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3

Great that you have the formula written explicitly $$Y_{n + 1} = \begin{cases} \max\{ 0, A_n - K \}, & X_n = 0 \\ \max\{0, X_n - 1 + A_{n + 1} - K\}, & X_n > 0 \end{cases}.$$ Here $K=4$, since we have $4$ slots. Let's compute the conditional expected value of $Y_{n+1}$ given $X_n$. If $X_n=0$, then $E[Y_{n+1}|X_n=0]=E[\max\{0, A_n-4\}|X_n=0]=...


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Put transition matrix into R. Let 1=Sranton, 2=Chi, 3=Phil, 4=NY, and 5=Seattle. Raise the transition matrix to a high power: P = (1/8)*matrix(c(4,1,1,1,1, 3,3,0,0,2, 3,0,1,4,0, 0,0,0,8,0, 0,0,0,0,8), byrow=T, nrow=5) P; P2 = P%*%P; P4 = P2%*%P2; P8 = P4%*%P4; P8 P16 = P8%*%P8; ...


1

The simplest proof here is just to combine states $3$ and $4$ to treat them as a single state. Combining these two states into a single state (called, say, $3\text{-}4$) does not remove the Markov property, so we have: $$\mathbb{P}(X_2 = 6 | X_1 = 3\text{-}4, X_0 = 2) = \mathbb{P}(X_2 = 6 | X_1 = 3\text{-}4).$$ This follows directly from the Markov ...


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Starting from state $i$, draw a sample according to the distribution defined by that column and update the state according to the output. Here's an implementation in Python using $0$-index. import numpy as np A = np.array([[.25, .2, .25, .3], [.2, .3, .25, .3], [.25, .2, .4, .1], [.3, .3, .1, .3]]) xk = np.arange(len(A)) def generate_sample(cur_state): ...


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It's called as stationary distribution and found via solving the equation: $$\pi=\pi \mathcal P$$ which is the left eigenvector of $\mathcal P$ corresponding to eigenvalue $\lambda=1$. Or, it's the usual (right) eigenvector of $\mathcal P^T$. After finding the eigenvector, negate the vector if elements are negative and normalise the vector such that it sums ...


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Notation. Let $\pi = P(\text{Disease})$ be the prevalence of the disease in the population and $\tau = P(\text{Pos Test})$ be the proportion testing positive. For the test, let $\eta = P(\text{Pos}|\text{Disease})$ be the sensitivity and $\theta = P(\text{Neg}|\text{No Disease})$ be its specificity. Also, given test results, let $\gamma = P(\text{Disease}| ...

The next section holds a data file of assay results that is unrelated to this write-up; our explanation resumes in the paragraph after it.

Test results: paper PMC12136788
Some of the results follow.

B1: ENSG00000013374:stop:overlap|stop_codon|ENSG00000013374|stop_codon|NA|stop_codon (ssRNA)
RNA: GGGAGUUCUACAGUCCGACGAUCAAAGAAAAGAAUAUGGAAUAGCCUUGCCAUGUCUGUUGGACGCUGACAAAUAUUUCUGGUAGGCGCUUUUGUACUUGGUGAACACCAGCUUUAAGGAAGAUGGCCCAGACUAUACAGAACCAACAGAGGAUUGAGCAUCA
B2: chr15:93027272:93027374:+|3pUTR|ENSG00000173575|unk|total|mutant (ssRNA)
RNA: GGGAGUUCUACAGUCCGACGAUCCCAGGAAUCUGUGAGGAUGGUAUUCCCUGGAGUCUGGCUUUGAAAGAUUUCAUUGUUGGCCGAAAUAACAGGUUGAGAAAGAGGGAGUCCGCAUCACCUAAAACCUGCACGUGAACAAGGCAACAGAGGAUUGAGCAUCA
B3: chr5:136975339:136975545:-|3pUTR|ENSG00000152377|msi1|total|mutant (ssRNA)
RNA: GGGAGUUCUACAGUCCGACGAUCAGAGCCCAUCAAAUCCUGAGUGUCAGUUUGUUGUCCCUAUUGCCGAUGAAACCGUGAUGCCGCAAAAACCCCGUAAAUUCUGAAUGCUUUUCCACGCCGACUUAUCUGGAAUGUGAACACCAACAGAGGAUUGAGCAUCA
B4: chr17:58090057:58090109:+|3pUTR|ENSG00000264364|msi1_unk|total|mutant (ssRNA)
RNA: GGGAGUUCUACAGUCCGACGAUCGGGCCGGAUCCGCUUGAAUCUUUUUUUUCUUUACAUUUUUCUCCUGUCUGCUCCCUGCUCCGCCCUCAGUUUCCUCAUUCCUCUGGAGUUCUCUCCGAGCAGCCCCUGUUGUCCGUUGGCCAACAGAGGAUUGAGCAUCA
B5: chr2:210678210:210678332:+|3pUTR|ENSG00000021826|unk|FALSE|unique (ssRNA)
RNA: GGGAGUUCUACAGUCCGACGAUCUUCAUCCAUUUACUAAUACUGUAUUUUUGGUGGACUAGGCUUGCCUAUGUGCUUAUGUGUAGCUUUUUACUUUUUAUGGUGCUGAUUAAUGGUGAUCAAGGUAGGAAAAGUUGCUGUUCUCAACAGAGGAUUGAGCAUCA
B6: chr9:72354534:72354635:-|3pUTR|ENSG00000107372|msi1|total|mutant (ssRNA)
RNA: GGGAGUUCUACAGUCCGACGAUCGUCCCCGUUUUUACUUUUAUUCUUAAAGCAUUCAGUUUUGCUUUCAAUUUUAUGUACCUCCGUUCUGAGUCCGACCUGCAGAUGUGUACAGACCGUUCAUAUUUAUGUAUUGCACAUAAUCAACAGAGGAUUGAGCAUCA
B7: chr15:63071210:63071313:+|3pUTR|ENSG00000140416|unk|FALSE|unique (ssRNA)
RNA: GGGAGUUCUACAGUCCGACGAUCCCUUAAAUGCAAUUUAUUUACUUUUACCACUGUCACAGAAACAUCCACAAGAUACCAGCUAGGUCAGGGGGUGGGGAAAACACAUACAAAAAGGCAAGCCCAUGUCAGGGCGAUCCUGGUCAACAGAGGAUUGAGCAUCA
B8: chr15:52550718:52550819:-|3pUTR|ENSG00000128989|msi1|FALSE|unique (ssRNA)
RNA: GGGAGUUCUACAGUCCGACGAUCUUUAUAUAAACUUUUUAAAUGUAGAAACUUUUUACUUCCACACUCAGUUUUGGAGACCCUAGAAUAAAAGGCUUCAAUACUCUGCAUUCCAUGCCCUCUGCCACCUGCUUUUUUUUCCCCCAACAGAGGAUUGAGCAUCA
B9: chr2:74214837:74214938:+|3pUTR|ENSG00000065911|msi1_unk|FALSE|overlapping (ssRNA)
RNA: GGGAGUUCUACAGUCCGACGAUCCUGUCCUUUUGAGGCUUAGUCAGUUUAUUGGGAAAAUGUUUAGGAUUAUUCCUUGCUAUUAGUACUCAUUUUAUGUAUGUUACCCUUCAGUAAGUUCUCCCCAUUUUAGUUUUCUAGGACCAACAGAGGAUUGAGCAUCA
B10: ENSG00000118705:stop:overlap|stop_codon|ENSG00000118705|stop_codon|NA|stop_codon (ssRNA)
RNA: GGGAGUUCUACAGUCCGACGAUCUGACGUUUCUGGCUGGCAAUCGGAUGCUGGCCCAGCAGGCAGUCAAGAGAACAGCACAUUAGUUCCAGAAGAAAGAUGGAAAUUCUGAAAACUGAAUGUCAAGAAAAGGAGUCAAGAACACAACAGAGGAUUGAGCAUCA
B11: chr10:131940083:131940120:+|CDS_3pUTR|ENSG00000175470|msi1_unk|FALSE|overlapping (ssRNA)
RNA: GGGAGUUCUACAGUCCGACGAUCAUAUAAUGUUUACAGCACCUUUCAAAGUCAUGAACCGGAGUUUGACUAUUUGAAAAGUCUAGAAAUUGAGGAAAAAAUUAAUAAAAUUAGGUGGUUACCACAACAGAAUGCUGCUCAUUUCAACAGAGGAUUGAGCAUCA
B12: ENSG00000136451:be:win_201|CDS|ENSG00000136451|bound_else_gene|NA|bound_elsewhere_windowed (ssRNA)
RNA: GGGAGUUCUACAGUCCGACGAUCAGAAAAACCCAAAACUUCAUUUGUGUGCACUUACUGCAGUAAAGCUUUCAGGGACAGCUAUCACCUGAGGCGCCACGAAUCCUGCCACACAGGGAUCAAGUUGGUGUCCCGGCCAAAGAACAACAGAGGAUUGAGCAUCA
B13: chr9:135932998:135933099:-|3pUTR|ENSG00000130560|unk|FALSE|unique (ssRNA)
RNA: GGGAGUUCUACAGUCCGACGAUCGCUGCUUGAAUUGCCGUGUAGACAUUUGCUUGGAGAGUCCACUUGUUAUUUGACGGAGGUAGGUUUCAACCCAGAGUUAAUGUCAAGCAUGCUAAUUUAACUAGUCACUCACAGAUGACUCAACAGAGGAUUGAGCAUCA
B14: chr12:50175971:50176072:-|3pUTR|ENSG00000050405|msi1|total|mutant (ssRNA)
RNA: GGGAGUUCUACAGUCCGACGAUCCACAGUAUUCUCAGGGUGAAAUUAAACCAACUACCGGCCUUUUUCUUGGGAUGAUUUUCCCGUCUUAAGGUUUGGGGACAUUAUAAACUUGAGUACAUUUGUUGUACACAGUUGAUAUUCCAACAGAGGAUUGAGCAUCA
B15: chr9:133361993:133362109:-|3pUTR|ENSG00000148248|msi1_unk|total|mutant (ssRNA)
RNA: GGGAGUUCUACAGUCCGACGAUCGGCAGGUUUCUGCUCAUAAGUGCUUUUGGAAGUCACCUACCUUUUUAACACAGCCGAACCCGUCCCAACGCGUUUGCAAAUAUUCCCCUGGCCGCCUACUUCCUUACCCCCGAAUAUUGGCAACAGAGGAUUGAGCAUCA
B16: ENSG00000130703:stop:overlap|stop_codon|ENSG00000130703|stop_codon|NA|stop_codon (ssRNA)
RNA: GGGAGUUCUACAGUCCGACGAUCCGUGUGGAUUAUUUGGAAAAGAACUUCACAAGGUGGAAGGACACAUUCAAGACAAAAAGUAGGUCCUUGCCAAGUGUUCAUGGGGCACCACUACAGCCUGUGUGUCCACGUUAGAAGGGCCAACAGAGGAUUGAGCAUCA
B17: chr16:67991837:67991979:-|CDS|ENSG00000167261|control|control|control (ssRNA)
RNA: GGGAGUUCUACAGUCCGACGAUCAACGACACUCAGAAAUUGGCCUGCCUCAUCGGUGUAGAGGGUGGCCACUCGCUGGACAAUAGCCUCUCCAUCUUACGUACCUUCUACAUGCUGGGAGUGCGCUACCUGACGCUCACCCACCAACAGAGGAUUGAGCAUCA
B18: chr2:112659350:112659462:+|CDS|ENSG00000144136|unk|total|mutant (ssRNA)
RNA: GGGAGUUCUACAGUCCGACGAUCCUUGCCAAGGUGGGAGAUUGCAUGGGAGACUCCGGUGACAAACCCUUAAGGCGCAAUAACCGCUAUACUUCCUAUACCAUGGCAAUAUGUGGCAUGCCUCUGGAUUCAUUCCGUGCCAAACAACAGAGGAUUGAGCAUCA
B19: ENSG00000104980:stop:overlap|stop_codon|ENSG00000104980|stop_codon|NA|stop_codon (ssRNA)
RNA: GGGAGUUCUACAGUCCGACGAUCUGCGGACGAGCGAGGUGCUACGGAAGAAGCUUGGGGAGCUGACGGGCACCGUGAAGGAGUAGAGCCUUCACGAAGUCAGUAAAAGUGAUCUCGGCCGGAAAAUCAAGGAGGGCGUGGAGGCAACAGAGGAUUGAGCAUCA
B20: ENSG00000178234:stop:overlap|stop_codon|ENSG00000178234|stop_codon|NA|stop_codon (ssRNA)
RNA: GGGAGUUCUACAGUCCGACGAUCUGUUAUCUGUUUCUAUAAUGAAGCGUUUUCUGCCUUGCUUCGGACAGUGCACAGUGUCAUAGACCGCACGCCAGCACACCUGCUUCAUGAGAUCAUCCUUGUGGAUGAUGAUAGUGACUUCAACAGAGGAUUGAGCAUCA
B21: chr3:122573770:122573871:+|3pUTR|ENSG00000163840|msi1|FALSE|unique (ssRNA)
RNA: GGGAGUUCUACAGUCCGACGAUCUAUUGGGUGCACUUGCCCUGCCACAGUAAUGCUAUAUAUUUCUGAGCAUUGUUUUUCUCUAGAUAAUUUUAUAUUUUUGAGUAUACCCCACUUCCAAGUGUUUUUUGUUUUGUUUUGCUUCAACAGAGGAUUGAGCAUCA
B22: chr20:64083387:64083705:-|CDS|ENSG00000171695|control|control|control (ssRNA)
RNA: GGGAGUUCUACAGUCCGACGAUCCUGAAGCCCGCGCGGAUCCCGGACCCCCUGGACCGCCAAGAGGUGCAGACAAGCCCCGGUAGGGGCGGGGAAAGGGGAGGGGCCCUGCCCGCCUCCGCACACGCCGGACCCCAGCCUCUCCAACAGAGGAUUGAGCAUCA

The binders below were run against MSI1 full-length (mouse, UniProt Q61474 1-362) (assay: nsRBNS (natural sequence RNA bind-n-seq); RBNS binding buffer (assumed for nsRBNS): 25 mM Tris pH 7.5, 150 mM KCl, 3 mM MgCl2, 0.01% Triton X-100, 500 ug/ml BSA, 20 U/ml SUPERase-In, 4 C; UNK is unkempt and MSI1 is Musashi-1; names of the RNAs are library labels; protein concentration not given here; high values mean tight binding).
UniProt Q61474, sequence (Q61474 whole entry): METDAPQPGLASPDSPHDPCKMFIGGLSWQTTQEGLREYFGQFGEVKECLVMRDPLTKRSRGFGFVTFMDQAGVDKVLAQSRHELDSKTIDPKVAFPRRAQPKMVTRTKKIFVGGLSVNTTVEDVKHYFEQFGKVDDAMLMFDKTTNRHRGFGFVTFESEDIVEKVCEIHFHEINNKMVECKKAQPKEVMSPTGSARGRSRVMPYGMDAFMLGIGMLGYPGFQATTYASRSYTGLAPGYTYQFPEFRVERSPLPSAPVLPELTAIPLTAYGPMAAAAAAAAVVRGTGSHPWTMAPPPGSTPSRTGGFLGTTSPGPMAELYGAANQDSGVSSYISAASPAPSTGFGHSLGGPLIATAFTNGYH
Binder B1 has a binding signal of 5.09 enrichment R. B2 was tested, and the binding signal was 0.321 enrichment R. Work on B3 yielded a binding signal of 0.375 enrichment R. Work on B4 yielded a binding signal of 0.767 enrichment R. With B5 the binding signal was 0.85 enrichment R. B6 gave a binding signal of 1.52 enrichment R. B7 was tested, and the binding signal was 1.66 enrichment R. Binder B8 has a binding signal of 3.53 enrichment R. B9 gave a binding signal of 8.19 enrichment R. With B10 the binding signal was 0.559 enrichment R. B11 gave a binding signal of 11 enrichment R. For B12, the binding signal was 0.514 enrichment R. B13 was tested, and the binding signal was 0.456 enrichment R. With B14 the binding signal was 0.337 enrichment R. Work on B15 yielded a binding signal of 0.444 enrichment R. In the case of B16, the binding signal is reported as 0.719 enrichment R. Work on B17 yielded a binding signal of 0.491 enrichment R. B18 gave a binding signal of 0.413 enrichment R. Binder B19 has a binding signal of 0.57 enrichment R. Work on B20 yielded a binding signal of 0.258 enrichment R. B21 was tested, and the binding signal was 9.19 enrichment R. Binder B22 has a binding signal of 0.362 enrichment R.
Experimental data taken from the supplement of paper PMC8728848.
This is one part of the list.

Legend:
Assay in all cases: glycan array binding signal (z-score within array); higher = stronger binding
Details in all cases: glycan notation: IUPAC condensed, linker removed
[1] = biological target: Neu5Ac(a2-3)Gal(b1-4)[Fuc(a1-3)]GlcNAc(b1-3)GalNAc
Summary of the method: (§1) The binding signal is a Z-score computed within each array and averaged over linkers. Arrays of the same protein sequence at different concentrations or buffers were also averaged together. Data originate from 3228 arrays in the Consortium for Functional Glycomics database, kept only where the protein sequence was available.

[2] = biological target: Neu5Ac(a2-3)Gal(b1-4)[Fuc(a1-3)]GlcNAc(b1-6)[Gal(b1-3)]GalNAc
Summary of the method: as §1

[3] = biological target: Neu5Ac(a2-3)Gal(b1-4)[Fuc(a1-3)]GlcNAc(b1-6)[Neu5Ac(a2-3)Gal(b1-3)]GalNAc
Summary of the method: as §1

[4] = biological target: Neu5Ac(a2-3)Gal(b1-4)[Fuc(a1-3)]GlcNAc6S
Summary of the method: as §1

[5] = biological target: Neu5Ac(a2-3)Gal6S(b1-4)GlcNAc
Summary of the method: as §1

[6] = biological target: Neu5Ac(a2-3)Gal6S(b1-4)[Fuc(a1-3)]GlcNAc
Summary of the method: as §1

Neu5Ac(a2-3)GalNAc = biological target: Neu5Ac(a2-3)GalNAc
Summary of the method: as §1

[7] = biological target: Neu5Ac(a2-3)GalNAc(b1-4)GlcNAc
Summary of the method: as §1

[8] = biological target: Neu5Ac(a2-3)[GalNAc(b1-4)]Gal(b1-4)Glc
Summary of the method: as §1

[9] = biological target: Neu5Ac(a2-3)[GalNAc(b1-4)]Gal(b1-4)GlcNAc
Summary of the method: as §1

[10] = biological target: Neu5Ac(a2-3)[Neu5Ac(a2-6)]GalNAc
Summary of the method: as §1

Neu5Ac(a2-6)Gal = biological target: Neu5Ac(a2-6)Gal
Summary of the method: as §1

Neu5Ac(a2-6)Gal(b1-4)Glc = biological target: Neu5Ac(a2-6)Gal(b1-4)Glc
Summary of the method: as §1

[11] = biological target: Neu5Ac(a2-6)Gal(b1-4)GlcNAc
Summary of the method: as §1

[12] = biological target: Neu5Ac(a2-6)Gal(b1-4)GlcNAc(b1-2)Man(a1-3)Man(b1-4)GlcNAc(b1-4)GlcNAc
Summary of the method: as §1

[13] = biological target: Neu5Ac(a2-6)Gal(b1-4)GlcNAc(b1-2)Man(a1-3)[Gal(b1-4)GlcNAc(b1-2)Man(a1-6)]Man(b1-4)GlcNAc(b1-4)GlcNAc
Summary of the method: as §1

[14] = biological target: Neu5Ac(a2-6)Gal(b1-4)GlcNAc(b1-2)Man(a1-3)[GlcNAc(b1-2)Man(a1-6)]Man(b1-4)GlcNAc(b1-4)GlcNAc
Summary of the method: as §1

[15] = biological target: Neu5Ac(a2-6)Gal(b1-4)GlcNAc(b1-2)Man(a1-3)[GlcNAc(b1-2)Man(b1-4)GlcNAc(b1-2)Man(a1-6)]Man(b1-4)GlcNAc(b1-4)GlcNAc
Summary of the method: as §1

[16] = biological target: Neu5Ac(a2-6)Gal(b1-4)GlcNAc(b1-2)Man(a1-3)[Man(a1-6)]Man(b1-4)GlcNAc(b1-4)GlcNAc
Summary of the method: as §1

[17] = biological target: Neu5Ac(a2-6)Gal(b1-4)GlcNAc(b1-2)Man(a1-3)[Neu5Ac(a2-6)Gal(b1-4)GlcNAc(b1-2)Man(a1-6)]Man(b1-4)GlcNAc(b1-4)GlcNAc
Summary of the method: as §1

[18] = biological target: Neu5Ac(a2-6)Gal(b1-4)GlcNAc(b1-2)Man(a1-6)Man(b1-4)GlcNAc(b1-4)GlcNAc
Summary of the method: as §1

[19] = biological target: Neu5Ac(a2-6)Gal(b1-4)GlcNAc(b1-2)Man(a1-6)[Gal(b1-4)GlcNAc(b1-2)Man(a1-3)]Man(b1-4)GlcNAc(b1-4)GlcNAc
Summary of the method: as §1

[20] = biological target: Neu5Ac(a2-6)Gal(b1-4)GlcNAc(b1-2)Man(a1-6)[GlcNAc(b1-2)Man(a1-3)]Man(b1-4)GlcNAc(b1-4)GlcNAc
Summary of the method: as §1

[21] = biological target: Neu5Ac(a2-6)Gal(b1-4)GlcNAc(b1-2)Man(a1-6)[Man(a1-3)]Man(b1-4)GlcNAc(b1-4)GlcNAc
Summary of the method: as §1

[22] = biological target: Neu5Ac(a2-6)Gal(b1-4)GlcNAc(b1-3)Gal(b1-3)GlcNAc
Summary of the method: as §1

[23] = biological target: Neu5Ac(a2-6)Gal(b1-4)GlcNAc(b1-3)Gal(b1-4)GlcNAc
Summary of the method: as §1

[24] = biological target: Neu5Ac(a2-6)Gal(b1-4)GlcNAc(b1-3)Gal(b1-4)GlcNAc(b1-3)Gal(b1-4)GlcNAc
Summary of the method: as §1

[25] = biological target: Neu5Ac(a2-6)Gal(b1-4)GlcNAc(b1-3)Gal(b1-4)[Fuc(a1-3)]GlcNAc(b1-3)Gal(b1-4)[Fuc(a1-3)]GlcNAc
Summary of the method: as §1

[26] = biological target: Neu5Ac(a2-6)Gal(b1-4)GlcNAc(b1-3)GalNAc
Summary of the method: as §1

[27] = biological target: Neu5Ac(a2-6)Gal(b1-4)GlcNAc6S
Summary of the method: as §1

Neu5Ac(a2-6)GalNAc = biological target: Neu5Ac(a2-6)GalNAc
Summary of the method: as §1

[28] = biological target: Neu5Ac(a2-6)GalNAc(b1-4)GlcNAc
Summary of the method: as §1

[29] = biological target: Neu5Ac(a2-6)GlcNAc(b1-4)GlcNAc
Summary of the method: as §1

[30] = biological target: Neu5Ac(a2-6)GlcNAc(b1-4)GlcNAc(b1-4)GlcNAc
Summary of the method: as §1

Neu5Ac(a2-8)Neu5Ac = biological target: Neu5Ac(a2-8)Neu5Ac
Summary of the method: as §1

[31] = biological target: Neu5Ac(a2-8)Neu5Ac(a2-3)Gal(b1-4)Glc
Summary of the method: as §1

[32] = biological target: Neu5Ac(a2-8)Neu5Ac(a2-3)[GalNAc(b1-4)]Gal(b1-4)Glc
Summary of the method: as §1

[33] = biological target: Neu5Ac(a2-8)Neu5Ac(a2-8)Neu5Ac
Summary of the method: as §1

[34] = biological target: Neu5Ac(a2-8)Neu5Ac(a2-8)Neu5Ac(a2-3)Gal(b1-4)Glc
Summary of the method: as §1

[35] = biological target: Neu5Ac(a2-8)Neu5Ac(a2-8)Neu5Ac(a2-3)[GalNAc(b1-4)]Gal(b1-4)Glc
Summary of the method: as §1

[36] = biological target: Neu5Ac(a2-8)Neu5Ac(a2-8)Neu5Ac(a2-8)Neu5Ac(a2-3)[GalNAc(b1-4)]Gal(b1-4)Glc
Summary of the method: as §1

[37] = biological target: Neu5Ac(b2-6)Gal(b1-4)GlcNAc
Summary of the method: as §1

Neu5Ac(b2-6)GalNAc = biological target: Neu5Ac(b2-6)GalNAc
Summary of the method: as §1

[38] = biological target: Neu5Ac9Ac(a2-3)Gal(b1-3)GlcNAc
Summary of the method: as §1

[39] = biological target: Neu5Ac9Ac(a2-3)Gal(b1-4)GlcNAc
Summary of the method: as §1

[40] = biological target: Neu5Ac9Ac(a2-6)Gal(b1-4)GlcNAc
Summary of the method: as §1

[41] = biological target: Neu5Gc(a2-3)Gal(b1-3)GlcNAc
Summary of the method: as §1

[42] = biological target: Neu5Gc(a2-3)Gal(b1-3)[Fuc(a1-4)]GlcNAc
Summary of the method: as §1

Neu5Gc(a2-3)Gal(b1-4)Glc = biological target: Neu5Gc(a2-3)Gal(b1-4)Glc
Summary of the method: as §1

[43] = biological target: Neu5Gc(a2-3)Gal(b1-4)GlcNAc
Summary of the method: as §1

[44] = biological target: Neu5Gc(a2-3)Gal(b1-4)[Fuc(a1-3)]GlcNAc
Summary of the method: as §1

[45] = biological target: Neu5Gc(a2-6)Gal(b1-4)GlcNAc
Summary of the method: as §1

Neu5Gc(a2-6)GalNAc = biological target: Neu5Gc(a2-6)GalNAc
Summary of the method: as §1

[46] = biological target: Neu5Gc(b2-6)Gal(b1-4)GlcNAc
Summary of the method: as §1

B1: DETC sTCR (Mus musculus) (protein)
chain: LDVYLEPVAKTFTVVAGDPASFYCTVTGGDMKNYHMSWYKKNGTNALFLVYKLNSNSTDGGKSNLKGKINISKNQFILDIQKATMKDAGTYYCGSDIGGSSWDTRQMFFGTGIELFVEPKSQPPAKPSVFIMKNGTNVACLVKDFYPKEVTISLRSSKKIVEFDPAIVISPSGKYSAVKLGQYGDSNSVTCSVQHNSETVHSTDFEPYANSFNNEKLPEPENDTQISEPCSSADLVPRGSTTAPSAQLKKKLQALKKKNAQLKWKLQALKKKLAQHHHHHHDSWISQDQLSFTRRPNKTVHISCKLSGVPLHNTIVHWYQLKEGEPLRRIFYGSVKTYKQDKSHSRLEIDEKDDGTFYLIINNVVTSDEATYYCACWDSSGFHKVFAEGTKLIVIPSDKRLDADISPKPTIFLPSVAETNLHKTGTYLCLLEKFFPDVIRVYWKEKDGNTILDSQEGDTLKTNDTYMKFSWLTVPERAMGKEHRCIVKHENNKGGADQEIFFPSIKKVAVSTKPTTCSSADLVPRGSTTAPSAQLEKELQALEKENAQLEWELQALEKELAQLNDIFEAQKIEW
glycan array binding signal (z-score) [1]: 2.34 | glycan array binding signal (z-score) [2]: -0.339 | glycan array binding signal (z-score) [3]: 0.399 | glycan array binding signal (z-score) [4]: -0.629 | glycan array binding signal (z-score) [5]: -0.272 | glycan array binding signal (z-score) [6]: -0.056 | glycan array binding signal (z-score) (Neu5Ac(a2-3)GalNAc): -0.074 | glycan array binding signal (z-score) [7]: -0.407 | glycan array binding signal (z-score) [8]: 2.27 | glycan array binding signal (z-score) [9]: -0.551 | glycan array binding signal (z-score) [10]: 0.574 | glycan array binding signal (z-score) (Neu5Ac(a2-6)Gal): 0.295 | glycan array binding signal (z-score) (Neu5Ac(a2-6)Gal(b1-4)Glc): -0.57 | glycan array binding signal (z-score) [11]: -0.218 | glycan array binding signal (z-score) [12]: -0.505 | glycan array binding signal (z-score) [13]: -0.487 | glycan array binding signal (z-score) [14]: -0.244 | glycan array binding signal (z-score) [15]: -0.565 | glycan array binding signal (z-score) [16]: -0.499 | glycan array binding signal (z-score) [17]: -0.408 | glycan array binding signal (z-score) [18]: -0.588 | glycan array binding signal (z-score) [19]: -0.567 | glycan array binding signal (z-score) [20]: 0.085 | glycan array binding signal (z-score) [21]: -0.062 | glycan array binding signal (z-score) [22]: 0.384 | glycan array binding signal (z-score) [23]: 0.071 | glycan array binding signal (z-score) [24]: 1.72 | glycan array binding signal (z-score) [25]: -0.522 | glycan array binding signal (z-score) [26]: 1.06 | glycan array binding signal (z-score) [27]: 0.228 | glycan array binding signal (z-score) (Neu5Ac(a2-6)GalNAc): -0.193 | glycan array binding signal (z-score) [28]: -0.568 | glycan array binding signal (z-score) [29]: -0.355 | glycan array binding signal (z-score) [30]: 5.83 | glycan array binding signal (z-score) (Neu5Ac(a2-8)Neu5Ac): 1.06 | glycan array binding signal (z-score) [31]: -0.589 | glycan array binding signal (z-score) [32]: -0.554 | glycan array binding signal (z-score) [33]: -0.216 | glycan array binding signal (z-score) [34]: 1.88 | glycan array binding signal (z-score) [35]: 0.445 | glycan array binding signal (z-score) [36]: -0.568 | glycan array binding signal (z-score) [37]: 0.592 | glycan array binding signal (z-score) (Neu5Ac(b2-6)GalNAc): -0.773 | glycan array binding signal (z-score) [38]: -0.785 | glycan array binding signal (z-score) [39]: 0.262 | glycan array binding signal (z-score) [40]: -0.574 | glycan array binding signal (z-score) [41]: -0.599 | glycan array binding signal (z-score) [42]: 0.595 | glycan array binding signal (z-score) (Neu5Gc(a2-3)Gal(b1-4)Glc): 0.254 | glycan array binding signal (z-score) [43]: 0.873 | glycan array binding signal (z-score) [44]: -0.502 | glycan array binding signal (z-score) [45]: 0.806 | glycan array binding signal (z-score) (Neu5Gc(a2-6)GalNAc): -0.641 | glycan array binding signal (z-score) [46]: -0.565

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Your second question is easier. In the limit, $\frac{n\pm 1}{n} \rightarrow 1$, so $$\frac{\delta_{ij}}{n} + \dfrac{1}{2} \frac{(n + 1)p_{ij}}{n} + \dfrac{1}{2}\frac{(n - 1) p^{(2)}_{ij}}{n}$$ goes to $\frac{1}{2}p_{ij} + \frac{1}{2}p^{(2)}_{ij}$. For the first question: every time you go through an odd-numbered state, you increment by $p_{ij}$. This is ...


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We have $$X_{n + 1} =\begin{cases} X_n - D_n & \text{if} X_n - D_n \ge 2 \\ 5 & \text{if} X_n - D_n \le 1 \end{cases} \tag{*}$$ The two rules of $(*)$ means no restocking and restocking respectively. We want $X_n$ to take value $i$ and $X_{n+1}$ to take value $j$ where $i,j \in \{2,3,4,5\}$. From $(*)$, it is natural to handle the case where $j$ ...


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We can solve linear system of equations. Equation $(a)$ can be converted to $$(0.2-1)\pi_1 + 0.1\pi_2 + 0.55\pi_3=0\tag{a'}$$ Similarly for $b$ and $c$. Also, with the constraint $\pi_1+\pi_2+\pi_3=1$ We have $3$ variables and $4$ constraints. $$\pi=P^T\pi$$ $$e^T\pi=1$$ $$\begin{bmatrix} P^T-I \\ e^T\end{bmatrix}\pi =\begin{bmatrix} 0_3 \\ 1\end{...


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If you understand Lemma 2 and Equation (6), the rest is just linearity of expectation: $$\begin{align}m_{ij}(n)&=E[N_n(j)|X_0=i]=E\left[\sum_{m=0}^n I_m(j)\bigg\vert X_0=i\right]=\sum_{m=0}^n E[I_m(j)|X_0=i]\\&=\sum_{m=0}^np_{ij}^{(m)}\end{align}$$ Intuitively, $p_{ij}^{(m)}$ represents how certain we're at $j$-th state at our $m$-th step. If it's $...


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I think it's a notational issue. In your source, transition matrix sum up to $1$ columnwise. So, transitioning from a sunny day to rainy day, i.e. $P(X_k=3|X_{k-1}=1)$ is the entry at the third row and the first column of the seven times exponentiated transition matrix, i.e. $p_{13}^7=(P^7)_{31}$.


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I believe it has to do with the Markovian assumption. It is assumed that $$P(X_n \mid X_{n-1}, \dots , X_0) = P(X_n \mid X_{n-1})$$ This is also true for larger lags $$P(X_n \mid X_{n-k}, X_{n-k-1}, \dots, X_0) = P(X_n \mid X_{n-k})$$


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I found an analogous, less contrived, version of this example (in fact, based on the completeness and coherency of the example, it's probably the original version) from the textbook Introduction to Modeling and Analysis of Stochastic Systems, second edition, by Kulkarni: Example 2.8. (Telecommunications). The Tel-All Switch Corporation manufactures ...


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If you are talking about the first equality: $P(D_n \ge i - 1) = 1 - P(D_n \le i - 2)$ $D_n$ is Poisson distributed, so it's discrete. Therefore the probability of the RV being greater than or equal to some value is simply just $1$ minus it's CDF of the discrete value just before it (i.e. $i-2$). Perhaps it is easier to see if you just move the $1$ to it'...


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This property is a formula that says: "Arrivals to a full buffer are lost". However, there seems to be something missing here to make everything correct, it seems to me that this should read, $$ X_{n+1} = \text{min}\left(X_{n} + A_{n+1}, K\right) $$ That is, the number of items at time n+1 equals the previous number of items plus the number of arrivals, or ...


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